Two weeks ago, Microsoft first warned its users that it was investigating public reports about a zero-day vulnerability in its Internet Explorer (IE) Web browser. It’s a vulnerability that still has not been patched in a full update and is now actively being exploited by attackers.
In response to an inquiry from eWEEK about the issue, Microsoft declined to provide any specific timing about when a full patch for the issue, now known as CVE-2013-3893, would be available.
“We are aware of a limited number of targeted attacks; customers who have installed the Fix It are not at risk from this issue,” a Microsoft spokesperson said. “We encourage customers who have not applied the Fix It provided by Security Advisory 2887505 to do so to help ensure they are protected as we continue work on a security update.”
The Fix It is a “Band-Aid” approach to the security issue, providing a fix for users who physically visit the Fix It site and click the Fix It button. A full patch, in contrast, is made available to all Microsoft users through the Windows Update mechanism that all Windows users have access to and many users have set for fully automated patching.
Ken Pickering, director of engineering at CORE Security, told eWEEK that there are already at least four advanced persistent threats (APTs) known to be using the CVE-2013-3893 attack as part of their spearphishing campaigns on prospective targets. Spearphishing is a form of targeted fake email (phishing) attack. The fact that the vulnerability is being actively exploited should merit an emergency response from Microsoft, Pickering added.
“Realistically, people should avoid using IE if possible until the patch for this fix is released,” he suggested.
Adding further fuel to the fire is the fact that the CVE-2013-3893 vulnerability has now been weaponized inside of the open-source Metasploit penetration testing framework. Metasploit is a popular tool used by security researchers to conduct security analysis. Security researchers have been landing Microsoft zero-day flaws in Metasploit as they pop up since at least 2005.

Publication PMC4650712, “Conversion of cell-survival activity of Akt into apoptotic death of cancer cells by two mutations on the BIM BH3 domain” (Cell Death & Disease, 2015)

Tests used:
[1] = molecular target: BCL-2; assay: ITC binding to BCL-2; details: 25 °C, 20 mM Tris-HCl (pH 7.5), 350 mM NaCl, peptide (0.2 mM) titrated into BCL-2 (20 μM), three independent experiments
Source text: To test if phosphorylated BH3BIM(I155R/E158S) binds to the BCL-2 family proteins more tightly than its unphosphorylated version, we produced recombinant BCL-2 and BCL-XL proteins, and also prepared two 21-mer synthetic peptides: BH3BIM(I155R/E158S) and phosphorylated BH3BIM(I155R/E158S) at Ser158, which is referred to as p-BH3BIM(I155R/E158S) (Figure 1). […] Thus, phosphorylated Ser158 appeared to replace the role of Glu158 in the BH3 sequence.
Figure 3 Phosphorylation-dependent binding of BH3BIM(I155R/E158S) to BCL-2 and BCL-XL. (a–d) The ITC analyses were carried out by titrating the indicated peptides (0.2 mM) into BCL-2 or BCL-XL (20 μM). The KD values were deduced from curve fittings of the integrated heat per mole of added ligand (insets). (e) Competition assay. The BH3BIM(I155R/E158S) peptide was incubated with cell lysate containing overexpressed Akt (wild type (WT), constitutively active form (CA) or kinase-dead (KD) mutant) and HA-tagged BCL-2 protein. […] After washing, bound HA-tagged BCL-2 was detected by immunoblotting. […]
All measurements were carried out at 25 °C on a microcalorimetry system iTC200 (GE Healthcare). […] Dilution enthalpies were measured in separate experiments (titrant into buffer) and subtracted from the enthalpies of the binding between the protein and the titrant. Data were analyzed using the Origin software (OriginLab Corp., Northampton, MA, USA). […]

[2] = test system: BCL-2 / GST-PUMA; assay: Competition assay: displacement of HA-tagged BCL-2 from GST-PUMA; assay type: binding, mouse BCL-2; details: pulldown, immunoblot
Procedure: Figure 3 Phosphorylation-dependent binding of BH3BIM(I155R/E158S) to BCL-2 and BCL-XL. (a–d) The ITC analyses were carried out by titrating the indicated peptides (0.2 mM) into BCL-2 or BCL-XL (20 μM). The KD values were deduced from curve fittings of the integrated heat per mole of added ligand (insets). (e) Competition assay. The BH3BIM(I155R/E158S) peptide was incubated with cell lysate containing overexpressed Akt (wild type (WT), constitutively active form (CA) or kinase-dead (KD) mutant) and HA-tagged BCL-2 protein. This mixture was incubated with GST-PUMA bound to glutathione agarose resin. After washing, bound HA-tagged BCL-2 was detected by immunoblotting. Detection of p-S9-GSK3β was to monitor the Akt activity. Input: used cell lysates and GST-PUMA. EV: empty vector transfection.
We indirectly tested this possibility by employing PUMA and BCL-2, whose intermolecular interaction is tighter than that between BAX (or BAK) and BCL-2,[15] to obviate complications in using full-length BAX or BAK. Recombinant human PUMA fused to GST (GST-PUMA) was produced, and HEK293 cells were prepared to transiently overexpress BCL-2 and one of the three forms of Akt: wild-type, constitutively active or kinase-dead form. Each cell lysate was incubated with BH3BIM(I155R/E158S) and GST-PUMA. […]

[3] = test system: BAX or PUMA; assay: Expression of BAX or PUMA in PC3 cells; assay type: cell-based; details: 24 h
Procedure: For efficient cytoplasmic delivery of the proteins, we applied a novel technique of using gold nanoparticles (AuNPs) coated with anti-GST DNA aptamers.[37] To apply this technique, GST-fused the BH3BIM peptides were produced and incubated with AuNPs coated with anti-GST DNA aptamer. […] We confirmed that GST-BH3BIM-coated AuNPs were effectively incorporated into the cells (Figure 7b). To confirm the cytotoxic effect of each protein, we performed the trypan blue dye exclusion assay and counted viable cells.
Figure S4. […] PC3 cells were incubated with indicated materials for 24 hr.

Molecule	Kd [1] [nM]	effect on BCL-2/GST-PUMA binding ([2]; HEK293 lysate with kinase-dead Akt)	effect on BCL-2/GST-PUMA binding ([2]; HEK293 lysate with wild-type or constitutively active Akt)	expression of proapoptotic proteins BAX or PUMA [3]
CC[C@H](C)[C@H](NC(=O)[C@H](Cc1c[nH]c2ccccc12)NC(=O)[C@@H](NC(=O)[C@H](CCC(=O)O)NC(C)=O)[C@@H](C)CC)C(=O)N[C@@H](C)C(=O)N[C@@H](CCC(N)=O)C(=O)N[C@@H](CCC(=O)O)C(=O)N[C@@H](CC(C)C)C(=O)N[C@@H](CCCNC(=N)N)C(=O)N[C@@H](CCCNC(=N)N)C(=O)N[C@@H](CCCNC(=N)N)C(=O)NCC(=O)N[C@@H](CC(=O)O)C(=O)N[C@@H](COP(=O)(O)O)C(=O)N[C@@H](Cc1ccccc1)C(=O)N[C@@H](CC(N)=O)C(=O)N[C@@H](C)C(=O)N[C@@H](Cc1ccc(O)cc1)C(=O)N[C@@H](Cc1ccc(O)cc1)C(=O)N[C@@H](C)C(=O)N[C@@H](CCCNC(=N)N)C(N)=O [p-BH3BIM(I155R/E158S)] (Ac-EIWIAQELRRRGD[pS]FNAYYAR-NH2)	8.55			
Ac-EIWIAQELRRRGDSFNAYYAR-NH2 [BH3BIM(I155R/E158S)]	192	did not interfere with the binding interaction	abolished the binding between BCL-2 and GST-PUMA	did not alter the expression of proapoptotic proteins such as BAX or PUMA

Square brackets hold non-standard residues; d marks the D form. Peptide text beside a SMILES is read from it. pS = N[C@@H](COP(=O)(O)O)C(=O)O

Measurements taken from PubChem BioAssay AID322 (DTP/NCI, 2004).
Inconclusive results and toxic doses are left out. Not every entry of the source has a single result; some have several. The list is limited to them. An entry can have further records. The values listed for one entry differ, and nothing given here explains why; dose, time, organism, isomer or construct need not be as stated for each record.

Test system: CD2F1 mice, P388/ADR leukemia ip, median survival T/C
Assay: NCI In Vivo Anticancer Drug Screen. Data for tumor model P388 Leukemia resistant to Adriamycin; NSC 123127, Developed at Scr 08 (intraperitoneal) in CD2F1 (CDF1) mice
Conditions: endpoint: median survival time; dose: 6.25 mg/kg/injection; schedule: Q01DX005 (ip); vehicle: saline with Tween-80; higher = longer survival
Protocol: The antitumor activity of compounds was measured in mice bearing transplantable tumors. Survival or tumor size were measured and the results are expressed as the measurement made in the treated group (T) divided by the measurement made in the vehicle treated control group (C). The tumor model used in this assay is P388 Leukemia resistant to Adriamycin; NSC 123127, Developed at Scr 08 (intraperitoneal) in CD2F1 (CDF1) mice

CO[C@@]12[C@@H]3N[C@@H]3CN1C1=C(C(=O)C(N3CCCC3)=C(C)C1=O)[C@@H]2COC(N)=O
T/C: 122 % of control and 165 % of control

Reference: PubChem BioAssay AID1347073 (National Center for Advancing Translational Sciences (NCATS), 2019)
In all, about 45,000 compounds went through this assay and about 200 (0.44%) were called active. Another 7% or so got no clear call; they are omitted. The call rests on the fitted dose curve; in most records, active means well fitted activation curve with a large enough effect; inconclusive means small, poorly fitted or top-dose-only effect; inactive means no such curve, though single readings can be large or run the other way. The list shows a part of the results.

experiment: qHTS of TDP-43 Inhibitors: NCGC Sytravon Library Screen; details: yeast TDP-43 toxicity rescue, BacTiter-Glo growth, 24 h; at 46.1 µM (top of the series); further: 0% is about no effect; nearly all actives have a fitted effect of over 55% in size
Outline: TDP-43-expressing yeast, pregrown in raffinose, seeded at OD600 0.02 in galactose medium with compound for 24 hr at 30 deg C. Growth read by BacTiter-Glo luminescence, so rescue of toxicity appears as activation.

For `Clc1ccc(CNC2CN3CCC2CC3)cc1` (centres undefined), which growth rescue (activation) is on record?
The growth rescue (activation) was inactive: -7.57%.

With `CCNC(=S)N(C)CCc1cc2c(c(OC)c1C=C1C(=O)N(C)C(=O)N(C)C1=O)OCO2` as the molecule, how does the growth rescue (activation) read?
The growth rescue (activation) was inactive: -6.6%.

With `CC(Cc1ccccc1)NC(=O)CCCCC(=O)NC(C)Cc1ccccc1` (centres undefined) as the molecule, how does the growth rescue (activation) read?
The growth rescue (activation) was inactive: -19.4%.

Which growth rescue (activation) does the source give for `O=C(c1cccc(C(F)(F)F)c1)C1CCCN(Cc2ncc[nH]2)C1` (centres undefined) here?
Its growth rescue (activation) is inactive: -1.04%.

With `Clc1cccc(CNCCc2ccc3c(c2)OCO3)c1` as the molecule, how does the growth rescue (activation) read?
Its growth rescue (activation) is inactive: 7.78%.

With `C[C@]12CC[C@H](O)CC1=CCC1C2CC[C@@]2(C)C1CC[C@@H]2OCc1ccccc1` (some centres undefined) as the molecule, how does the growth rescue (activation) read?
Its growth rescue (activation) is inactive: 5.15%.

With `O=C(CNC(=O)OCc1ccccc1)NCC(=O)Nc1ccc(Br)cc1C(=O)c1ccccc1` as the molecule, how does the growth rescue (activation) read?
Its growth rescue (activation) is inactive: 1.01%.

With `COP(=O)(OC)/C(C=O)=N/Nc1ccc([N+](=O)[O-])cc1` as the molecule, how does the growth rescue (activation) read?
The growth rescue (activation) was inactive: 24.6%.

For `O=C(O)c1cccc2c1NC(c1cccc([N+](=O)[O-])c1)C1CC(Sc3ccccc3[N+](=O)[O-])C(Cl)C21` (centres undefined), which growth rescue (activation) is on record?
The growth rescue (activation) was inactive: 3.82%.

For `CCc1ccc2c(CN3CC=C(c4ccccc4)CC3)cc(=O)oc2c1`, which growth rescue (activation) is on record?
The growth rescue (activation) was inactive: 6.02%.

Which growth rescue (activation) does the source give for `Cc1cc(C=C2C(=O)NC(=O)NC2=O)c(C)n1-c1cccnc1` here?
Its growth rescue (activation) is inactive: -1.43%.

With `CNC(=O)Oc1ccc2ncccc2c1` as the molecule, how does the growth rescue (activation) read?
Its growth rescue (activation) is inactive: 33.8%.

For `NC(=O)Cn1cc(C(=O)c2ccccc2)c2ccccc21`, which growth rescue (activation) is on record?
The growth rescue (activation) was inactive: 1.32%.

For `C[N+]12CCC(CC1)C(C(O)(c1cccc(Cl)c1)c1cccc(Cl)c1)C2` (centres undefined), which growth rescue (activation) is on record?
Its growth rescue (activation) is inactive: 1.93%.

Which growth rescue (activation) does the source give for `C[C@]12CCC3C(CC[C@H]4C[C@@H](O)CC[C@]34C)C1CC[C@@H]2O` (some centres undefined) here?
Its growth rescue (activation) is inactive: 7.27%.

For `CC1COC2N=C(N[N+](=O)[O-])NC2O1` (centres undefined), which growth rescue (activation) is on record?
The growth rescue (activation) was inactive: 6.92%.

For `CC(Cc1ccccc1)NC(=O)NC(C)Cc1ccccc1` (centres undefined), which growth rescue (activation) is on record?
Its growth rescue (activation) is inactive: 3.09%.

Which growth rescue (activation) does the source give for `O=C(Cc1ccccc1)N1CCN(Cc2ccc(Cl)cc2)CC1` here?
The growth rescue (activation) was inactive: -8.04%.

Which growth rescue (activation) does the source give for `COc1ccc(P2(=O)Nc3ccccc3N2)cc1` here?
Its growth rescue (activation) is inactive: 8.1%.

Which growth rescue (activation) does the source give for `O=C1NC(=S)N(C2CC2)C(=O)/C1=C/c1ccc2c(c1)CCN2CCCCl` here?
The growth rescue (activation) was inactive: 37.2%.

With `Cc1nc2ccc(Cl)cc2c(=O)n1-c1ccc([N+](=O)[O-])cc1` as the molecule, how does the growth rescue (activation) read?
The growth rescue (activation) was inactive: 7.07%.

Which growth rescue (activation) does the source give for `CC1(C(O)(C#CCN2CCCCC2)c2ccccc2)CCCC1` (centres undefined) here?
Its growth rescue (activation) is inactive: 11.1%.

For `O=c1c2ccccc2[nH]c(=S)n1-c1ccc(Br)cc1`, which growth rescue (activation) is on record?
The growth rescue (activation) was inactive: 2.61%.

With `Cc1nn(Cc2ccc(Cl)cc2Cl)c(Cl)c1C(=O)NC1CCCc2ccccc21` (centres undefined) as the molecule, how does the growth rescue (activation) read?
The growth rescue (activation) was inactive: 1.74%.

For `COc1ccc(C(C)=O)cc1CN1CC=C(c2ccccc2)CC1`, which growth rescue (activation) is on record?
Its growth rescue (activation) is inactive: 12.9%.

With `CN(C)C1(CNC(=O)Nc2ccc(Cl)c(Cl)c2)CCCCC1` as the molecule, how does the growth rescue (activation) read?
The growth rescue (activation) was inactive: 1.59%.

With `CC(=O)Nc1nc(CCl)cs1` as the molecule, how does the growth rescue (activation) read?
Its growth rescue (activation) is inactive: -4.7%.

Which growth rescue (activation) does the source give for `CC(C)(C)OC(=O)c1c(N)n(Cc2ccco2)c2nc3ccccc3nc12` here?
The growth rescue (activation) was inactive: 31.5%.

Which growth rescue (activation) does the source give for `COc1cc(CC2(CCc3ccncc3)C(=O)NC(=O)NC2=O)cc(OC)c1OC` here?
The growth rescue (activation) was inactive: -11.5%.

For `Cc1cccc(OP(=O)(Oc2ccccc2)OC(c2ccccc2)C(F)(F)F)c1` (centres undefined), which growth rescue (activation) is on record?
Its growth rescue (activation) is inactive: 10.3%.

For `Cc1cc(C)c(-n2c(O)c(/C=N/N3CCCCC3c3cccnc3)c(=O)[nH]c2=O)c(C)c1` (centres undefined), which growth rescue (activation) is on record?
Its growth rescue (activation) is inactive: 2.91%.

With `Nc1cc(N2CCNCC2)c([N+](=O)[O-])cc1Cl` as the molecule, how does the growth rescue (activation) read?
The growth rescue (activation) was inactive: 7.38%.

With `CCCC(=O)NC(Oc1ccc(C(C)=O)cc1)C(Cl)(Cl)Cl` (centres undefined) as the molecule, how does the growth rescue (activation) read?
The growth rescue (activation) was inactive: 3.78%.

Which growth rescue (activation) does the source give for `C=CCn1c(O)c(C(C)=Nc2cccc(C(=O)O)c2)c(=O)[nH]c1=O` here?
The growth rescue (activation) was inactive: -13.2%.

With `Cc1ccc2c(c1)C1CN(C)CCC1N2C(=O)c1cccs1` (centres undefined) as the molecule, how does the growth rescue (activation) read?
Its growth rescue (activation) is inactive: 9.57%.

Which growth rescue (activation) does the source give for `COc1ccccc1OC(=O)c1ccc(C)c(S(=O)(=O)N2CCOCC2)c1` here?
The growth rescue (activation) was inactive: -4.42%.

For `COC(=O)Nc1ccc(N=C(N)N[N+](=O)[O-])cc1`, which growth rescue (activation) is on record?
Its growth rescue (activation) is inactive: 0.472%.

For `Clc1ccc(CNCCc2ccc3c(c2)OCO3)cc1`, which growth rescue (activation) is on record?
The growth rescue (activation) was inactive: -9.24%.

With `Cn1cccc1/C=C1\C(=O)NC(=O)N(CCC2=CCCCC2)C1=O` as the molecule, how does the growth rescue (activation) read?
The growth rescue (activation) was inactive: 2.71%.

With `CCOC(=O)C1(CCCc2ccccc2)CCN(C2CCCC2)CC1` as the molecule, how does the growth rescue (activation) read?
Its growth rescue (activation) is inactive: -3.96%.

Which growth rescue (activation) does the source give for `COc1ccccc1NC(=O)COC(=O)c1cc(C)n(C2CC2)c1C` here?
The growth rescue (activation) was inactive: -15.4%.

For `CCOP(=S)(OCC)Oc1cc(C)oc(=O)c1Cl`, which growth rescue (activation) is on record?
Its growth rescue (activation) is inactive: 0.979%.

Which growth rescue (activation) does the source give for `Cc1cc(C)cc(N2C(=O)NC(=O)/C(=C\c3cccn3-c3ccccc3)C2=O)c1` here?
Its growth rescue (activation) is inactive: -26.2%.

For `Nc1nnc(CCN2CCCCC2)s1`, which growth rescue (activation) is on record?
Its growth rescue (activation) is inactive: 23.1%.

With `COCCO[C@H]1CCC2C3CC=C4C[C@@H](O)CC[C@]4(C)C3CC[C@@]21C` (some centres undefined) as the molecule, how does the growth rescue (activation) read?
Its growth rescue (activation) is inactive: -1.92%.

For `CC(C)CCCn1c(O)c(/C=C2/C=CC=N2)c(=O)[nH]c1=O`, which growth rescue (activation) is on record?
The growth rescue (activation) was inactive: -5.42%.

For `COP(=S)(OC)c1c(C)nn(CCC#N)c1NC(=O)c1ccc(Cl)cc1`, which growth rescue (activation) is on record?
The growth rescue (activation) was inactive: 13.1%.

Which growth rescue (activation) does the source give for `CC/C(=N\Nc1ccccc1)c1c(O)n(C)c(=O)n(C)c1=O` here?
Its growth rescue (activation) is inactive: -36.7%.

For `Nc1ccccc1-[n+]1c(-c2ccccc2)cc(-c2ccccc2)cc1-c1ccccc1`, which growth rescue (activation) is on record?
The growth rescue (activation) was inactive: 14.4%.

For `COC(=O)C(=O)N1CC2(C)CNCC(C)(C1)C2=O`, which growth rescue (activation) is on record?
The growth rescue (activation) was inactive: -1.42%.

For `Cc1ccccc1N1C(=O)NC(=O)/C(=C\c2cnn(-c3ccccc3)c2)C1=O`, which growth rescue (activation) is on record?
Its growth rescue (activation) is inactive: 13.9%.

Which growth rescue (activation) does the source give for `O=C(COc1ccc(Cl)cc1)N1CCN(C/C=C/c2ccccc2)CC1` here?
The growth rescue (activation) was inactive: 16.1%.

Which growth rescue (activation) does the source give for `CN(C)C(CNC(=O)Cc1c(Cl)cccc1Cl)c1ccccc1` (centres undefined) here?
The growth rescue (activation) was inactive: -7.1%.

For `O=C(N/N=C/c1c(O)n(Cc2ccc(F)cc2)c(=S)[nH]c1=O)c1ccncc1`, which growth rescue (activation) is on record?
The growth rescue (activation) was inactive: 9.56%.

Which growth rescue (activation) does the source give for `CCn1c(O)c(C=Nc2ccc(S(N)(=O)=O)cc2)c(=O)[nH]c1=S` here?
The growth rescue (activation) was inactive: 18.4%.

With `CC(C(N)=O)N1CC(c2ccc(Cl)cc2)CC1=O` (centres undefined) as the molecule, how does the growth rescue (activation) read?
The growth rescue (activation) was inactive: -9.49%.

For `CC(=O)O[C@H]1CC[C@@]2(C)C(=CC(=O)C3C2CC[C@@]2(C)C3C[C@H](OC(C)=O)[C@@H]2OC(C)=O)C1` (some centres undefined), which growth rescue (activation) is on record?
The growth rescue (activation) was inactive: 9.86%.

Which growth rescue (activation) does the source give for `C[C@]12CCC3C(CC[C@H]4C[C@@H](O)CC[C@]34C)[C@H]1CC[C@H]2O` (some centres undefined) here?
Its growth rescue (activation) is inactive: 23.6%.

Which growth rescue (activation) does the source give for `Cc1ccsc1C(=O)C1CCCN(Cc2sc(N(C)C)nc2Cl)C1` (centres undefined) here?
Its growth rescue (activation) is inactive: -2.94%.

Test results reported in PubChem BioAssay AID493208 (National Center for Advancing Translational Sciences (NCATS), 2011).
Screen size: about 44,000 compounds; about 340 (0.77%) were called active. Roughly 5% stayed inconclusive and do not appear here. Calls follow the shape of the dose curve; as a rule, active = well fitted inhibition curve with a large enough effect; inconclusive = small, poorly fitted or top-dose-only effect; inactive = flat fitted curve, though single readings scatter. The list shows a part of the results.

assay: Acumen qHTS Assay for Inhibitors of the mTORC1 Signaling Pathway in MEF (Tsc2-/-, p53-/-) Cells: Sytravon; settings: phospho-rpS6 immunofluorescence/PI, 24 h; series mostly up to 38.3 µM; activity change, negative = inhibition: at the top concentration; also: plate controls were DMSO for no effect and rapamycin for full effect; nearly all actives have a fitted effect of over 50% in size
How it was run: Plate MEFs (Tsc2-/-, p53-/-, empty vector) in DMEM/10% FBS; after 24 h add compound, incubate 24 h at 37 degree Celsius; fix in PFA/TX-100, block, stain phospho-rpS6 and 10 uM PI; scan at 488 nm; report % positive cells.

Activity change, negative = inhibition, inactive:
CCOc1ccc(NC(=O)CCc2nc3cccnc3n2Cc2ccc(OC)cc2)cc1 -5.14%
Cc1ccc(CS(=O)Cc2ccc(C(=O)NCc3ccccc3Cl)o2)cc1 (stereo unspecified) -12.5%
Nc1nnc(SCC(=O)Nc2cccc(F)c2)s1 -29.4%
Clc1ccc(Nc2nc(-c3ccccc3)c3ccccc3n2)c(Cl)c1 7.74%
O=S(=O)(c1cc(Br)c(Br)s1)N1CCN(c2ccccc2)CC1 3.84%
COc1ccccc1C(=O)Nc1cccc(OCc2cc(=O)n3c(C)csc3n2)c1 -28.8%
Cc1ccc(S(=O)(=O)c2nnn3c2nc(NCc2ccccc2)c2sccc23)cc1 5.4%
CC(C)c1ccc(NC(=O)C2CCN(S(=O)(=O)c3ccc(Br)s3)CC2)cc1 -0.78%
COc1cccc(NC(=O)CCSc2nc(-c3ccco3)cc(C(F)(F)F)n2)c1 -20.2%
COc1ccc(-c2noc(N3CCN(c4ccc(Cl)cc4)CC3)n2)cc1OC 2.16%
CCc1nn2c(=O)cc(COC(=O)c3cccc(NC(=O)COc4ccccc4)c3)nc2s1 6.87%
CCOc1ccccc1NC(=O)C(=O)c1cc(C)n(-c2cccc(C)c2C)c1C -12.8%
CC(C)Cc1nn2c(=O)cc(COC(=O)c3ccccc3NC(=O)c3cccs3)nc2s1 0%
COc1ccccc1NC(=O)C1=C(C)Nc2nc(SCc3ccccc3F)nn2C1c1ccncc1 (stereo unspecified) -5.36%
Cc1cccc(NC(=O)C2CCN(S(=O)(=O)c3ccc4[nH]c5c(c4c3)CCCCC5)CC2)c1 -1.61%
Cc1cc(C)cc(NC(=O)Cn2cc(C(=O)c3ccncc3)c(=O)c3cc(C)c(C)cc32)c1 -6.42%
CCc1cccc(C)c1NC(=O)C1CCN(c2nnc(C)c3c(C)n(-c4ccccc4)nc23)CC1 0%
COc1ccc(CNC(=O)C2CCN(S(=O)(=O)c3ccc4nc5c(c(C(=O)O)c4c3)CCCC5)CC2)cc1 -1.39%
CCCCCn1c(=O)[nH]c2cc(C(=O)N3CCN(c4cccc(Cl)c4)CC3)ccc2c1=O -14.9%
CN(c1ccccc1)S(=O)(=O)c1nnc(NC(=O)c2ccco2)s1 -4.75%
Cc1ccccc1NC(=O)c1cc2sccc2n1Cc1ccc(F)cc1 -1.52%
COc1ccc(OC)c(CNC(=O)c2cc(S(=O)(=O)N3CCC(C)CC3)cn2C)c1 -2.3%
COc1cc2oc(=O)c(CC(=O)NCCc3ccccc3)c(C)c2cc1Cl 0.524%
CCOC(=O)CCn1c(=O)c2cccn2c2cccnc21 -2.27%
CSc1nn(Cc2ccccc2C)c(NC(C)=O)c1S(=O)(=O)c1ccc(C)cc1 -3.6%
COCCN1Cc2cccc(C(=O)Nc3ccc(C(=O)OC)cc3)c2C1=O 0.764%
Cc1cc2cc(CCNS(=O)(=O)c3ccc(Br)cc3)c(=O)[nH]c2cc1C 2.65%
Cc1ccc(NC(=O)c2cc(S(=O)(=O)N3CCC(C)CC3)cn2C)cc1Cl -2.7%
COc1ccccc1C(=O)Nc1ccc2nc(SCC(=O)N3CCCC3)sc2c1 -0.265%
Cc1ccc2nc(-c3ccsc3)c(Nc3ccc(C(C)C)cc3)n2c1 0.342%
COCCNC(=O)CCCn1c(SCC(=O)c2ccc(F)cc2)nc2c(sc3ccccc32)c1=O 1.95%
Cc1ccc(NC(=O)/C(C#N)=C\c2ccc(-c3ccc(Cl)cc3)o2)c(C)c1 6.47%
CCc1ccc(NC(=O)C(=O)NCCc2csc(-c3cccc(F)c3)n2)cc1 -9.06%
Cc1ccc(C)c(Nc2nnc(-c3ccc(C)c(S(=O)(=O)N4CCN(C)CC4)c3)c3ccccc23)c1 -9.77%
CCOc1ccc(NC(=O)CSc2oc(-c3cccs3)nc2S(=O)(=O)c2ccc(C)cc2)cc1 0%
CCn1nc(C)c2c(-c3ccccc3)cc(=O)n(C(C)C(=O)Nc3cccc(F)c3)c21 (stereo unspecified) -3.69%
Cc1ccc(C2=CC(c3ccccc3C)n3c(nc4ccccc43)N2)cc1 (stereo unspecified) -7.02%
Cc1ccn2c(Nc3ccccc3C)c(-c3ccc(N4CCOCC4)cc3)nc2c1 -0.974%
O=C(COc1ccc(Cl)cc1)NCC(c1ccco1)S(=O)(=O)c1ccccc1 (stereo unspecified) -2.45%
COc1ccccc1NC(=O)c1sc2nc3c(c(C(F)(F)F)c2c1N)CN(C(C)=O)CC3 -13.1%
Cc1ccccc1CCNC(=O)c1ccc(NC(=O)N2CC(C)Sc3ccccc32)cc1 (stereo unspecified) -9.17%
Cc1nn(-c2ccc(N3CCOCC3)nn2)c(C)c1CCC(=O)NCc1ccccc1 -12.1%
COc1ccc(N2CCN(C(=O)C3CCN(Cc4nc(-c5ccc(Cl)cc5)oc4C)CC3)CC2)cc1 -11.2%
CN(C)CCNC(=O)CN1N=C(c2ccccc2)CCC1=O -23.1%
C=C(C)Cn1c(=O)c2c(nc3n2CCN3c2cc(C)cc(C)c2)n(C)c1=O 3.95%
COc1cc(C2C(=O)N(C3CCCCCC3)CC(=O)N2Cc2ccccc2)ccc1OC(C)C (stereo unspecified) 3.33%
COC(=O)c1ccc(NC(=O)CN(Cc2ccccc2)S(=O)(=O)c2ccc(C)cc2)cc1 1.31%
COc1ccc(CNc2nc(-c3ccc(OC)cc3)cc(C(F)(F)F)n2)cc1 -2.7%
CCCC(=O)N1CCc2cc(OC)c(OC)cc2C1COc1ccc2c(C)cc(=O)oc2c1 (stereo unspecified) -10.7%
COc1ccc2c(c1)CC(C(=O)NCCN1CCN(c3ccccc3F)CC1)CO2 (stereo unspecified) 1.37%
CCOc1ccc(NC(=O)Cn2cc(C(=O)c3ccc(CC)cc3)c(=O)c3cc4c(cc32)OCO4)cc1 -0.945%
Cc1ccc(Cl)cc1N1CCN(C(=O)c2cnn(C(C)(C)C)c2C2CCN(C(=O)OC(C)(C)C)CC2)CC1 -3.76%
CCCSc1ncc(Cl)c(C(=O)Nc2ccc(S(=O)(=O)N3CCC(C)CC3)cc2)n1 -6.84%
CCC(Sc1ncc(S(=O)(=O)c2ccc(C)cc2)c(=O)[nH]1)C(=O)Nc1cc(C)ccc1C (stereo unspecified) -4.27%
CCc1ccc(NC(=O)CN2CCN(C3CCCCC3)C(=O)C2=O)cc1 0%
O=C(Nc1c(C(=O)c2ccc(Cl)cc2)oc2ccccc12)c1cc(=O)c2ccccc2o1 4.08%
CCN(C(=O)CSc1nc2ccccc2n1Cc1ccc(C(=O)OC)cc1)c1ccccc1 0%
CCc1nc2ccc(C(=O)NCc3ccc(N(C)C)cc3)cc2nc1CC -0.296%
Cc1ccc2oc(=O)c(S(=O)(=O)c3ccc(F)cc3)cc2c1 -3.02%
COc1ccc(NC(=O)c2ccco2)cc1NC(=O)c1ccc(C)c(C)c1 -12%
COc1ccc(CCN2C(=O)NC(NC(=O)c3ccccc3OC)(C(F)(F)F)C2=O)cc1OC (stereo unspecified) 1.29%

The fact that CVE-2013-3893 is now in Metasploit compounds the impact of the issue, according to Pickering.
“I personally believe in responsible release of exploits, giving the vendor time to appropriately patch the problem rather than making the situation even worse by giving unskilled attackers the capability to abuse this zero-day,” Pickering said. “Even in this case where the exploit is publicly disclosed, including it in any framework before Microsoft has had a chance to roll something out can potentially make the situation much worse.”
Microsoft IE Zero-Day Flaw Exposure Widens
Tyler Reguly, technical manager of security research and development for security vendor Tripwire, told eWEEK that there are two sides to releasing an exploit.
“It puts the exploit in the hands of malicious users, but it also allows pen testers to audit enterprises to discover systems and users that may not have switched from IE to another browser,” Reguly said.
Reguly noted that he had originally expected an out-of-band patch for the CVE-2013-3893 issue. Microsoft issues regular updates on the second Tuesday of every month. The next Patch Tuesday is set for Oct. 8, and as such Reguly does not expect Microsoft to put out an emergency patch before then.
Darien Kindlund, manager of threat intelligence for FireEye, told eWEEK that patching this issue is nontrivial.
“The exploit affects all major versions of IE; therefore, Microsoft may require additional time to construct a proper patch covering all of these versions,” he said.
Consumers have used the Fix It tool, and it seems to work for them, Kindlund noted.
“Enterprises have not adopted the tool for widespread use, largely because it is not as maintainable as a formal hotfix,” Kindlund said.
With a formal hotfix patch, existing enterprise patch management systems can be used to deploy and manage system patching.
Rather than the Fix It, Kindlund suggests that enterprises deploy and use the Enhanced Mitigation Experience Toolkit (EMET). EMET is a free tool for Windows users that provides security risk mitigation capabilities. According to Kindlund, EMET correctly addresses and mitigates not only this recent exploit, but previous zero-days as well.
“To be honest, we are surprised that Microsoft has not made EMET mandatory on their Windows platform, as it is a tool that is available now which would have prevented this widespread compromise, to begin with, he said.
Sean Michael Kerner is a senior editor at eWEEK and InternetNews.com. Follow him on Twitter @TechJournalist.